I have a complicated relationship with Target…
I fervently support local small businesses and would love to exclusively use their beautiful products but sadly baby boutique prices are astronomical. When, in the first few weeks of Joanie’s life, Eric and I were going through ten receiving blankets a day I sent him to collect as many as he could find. Sharing my values when it comes to small businesses versus conglomerate department stores, Eric visited some of the boutiques in our neighbourhood. He had been resistant to my new relationship with Target, but after his excursion in which he only found forty dollar blankets, he joined me in my resolve to shop at the big stores. After a short trip on the metro, he returned with sixteen new blankets for the price of one from the boutique.
Target is the best and worst place in the world. Its glaring florescent lights, garish easy-listening music and glitchy self-check-out machines accentuate the experience’s suburban and impersonal qualities that I have defiantly resisted since my rebellious adolescence. Most of my teenage angst was nonsense, an effort to stand out, my short lived foray into vegetarianism and my disdain for pop music, for instance. (I now eat meat and love Toni Braxton.) I do, however, stand by my aversion to big stores. We all know the effect Walmart and the like have on individual proprietors. Not only are small businesses devastated by the arrival of these stores in communities, the products they bring along with them are crap, garbage, poorly made shit.
The sad truth is that as part of a young family, just starting to sort out its finances and suddenly confronted with the prospect of tuition and mortgages, I don’t have the money to buy forty dollar receiving blankets. Babies grow awfully swiftly. They are fountain of gross that don’t give a damn about material possessions, thus rendering such purchases frivolous.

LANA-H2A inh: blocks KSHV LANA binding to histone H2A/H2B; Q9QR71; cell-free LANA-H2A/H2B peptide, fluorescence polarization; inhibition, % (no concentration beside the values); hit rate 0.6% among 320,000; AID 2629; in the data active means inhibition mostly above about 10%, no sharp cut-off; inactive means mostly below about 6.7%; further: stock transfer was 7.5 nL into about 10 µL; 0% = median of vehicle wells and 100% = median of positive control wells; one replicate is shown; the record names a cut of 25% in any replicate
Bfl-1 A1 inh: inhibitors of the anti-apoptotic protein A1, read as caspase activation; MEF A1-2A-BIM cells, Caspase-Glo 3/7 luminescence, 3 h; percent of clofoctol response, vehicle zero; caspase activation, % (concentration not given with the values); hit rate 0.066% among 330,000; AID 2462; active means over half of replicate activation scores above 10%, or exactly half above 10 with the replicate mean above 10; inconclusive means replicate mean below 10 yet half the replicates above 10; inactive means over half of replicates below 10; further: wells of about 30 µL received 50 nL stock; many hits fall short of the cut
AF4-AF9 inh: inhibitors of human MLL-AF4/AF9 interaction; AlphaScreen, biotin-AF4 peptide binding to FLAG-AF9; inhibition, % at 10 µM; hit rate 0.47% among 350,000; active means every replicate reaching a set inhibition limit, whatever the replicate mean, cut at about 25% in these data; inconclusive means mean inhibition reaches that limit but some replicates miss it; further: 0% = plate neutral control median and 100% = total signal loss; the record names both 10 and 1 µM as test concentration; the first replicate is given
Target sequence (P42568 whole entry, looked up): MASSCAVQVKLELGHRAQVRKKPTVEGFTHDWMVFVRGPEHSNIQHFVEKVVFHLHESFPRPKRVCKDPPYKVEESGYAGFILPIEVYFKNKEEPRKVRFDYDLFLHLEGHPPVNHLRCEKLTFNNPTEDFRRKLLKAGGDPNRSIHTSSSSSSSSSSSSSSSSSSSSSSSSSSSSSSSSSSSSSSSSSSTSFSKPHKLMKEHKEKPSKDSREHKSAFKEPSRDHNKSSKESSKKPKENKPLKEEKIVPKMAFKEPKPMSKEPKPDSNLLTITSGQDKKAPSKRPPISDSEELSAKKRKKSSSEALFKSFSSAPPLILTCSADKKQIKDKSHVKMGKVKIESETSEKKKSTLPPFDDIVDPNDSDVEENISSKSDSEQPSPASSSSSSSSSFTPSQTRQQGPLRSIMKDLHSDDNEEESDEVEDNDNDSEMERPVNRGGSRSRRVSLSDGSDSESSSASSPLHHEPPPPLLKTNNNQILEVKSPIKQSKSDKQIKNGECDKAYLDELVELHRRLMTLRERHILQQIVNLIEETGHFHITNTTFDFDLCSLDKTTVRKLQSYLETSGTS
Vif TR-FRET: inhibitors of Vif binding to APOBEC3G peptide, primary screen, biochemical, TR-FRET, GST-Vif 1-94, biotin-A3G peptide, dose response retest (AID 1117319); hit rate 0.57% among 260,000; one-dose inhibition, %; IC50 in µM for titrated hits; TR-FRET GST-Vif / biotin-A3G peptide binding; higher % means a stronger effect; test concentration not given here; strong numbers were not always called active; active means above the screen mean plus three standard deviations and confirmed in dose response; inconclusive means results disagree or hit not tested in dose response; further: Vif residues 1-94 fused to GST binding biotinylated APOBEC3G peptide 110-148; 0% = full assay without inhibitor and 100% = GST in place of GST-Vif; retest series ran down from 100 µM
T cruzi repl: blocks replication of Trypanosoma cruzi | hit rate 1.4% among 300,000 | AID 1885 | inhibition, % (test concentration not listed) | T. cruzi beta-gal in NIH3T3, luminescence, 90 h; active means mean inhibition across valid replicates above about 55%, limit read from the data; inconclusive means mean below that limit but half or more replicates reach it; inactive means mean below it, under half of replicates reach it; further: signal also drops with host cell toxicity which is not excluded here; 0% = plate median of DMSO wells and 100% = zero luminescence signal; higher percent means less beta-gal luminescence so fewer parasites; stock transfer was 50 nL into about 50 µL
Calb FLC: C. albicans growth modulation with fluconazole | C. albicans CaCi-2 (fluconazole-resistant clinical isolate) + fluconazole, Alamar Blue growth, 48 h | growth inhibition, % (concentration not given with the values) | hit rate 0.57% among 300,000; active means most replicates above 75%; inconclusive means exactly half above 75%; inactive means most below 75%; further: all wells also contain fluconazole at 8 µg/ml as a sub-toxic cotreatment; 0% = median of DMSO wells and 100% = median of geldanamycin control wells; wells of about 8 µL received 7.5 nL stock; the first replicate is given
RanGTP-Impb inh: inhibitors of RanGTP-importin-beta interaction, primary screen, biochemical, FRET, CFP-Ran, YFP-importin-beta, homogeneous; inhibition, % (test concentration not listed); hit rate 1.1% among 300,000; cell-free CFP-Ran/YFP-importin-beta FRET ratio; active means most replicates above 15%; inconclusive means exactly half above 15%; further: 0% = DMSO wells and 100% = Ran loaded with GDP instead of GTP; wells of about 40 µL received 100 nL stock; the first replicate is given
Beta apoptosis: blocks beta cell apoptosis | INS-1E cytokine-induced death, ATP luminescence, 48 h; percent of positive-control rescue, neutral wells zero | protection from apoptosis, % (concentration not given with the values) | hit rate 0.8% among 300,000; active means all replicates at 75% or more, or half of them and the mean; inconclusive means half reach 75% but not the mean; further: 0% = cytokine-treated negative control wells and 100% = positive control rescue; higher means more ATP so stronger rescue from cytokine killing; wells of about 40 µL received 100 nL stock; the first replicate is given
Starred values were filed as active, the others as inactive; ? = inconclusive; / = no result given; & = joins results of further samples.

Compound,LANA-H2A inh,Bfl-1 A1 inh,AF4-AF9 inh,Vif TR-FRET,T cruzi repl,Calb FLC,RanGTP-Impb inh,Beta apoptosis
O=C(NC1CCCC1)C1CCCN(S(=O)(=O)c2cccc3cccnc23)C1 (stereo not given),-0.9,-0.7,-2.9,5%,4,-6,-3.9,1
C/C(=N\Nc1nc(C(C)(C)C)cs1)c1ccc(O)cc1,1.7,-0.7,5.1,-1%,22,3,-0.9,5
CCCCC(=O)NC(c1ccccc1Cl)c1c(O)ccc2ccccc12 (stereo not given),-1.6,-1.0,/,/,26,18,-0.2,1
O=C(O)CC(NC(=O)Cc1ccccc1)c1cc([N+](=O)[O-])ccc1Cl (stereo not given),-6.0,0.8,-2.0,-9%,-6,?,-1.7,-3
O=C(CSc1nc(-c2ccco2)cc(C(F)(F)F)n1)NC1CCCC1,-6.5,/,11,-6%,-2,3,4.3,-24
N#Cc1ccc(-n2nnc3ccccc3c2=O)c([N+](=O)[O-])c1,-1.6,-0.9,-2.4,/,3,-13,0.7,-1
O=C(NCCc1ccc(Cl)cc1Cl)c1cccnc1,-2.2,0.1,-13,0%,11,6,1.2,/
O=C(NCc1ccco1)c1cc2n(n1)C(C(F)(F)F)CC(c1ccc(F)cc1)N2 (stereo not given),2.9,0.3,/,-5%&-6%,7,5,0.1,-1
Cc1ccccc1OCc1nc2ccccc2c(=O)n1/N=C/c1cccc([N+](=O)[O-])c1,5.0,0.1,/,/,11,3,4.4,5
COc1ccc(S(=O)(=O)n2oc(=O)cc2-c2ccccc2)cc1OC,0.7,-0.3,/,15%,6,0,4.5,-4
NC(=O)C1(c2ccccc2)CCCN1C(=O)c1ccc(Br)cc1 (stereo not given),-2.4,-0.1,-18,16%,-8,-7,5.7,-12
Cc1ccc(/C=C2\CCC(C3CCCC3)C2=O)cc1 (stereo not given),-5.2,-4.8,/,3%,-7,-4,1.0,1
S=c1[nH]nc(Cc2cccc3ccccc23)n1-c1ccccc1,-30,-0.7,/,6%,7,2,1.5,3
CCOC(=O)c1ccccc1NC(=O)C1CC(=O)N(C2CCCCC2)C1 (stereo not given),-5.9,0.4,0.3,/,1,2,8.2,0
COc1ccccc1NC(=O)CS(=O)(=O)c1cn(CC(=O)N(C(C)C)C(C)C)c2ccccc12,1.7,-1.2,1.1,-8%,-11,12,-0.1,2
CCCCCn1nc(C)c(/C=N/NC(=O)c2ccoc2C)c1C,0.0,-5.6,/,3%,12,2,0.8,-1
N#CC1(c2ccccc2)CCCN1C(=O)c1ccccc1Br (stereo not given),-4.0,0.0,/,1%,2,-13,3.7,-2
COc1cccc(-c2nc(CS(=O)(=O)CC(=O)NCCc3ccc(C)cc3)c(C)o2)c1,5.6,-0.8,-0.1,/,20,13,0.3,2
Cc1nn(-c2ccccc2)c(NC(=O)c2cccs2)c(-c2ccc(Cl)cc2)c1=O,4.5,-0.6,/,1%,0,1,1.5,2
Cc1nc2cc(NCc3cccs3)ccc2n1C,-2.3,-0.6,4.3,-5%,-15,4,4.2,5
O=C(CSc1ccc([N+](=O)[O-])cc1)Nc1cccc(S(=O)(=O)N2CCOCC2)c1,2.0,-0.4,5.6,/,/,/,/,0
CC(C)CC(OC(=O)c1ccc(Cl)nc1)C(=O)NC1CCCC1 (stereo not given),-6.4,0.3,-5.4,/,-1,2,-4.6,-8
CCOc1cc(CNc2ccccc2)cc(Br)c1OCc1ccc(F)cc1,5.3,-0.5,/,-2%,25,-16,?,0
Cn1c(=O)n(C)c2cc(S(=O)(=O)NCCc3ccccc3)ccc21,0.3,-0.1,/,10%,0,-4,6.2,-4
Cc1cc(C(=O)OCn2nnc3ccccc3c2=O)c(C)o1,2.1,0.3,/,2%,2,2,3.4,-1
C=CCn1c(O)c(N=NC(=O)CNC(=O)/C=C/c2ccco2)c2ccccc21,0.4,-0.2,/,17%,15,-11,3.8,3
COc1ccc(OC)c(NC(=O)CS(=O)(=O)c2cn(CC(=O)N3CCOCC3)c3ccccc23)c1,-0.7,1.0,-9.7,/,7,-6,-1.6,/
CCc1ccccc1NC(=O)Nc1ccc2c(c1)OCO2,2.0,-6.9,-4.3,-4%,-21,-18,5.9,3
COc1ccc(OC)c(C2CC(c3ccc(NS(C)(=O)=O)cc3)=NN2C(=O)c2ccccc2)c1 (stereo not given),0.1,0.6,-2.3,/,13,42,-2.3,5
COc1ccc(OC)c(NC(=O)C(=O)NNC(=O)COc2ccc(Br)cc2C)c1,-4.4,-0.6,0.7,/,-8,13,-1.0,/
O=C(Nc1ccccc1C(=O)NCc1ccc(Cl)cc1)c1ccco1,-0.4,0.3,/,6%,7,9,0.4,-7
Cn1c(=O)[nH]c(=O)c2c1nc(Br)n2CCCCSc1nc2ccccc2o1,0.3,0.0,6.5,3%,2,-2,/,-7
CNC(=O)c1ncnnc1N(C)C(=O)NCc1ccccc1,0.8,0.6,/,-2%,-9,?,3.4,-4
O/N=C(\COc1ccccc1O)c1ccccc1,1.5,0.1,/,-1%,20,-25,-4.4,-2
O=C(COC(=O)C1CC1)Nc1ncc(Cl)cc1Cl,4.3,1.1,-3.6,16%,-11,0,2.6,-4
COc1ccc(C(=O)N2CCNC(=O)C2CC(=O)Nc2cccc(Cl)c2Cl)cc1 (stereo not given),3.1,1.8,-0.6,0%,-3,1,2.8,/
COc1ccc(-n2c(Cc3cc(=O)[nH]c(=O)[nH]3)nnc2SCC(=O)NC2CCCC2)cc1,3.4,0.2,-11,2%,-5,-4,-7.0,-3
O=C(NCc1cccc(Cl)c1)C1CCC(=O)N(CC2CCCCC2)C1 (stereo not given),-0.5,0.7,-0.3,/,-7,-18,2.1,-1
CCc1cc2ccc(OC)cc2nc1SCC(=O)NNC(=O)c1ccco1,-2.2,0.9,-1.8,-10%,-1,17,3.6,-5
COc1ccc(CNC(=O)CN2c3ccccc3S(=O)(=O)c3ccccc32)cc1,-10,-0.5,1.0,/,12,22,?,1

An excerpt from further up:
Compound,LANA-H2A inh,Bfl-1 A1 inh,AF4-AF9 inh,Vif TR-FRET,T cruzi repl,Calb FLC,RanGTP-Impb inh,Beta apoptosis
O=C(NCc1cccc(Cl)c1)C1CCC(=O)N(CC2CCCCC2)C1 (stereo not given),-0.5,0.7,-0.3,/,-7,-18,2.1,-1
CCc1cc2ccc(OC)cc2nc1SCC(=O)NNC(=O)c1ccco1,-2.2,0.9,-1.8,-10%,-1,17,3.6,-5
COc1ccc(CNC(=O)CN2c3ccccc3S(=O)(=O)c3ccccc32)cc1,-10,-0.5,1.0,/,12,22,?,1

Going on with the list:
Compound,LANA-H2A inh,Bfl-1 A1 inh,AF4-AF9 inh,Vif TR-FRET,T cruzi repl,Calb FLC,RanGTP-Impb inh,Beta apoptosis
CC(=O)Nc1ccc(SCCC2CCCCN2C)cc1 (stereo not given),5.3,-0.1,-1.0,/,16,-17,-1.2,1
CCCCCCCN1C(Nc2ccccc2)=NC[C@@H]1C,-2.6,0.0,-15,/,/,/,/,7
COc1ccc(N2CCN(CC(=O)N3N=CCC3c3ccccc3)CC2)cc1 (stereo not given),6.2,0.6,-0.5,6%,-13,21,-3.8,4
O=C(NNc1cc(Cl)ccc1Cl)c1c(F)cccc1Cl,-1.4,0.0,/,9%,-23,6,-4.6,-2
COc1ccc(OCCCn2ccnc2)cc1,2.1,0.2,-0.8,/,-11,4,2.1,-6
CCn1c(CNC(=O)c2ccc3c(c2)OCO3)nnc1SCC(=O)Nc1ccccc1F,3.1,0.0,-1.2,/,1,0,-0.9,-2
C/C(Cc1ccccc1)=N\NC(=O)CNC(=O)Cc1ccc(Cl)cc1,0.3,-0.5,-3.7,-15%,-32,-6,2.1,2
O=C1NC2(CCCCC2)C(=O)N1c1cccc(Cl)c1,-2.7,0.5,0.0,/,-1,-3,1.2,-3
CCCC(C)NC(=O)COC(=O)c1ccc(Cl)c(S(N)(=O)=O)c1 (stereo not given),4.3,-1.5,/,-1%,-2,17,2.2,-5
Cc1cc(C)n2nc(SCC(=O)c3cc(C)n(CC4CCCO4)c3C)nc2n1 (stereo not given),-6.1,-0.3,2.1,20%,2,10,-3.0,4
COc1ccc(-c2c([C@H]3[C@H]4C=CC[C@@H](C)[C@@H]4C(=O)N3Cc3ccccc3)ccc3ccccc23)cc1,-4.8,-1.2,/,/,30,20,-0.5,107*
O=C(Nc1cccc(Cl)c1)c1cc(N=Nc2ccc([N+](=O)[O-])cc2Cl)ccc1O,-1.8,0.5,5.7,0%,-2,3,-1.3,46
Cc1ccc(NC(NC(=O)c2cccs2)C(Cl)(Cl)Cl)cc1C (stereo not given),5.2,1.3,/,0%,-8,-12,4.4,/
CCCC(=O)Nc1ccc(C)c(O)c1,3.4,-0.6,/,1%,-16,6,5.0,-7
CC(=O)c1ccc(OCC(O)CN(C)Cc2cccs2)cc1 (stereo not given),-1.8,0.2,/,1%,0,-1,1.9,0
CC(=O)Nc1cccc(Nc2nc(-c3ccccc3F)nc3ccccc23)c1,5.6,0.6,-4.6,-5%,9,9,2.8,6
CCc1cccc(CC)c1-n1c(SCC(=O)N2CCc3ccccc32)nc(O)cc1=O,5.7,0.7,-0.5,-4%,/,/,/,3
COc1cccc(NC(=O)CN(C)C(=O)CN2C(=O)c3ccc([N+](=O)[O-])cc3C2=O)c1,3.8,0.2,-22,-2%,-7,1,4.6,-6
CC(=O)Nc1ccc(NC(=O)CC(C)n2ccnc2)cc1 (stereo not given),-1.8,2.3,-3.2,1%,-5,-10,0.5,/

Once I accepted Target as the best option for onesies, rompers, sheets, wash cloths, breast milk storage bags, socks, diapers, bottle nipples, soothers, owl-shaped night lights, baby powder, zinc oxide, rubber duckies in chef hats and, yes, receiving blankets, I was converted to a Target love, albeit a reluctant one. Joanie has everything she needs and plenty more, and if I wear blinders and keep my ear buds firmly snug and tuned to NPR, I can get in and out of Target in less than twenty minutes.
Now I love Target for exactly what it is: cheap junk that I won’t mourn when it reaches the limits of its use. I still visit the boutique on occasion as their are some items that require investment. I have a terrible vision of a Target crib crumbling beneath my daughter’s ever expanding weight and height and sometimes I can’t resist an adorable linen dress in a store window. It had whales on it!
Note: Target people hate when you take pictures in their Target and they especially hate when you refuse to use their self-check-out machines.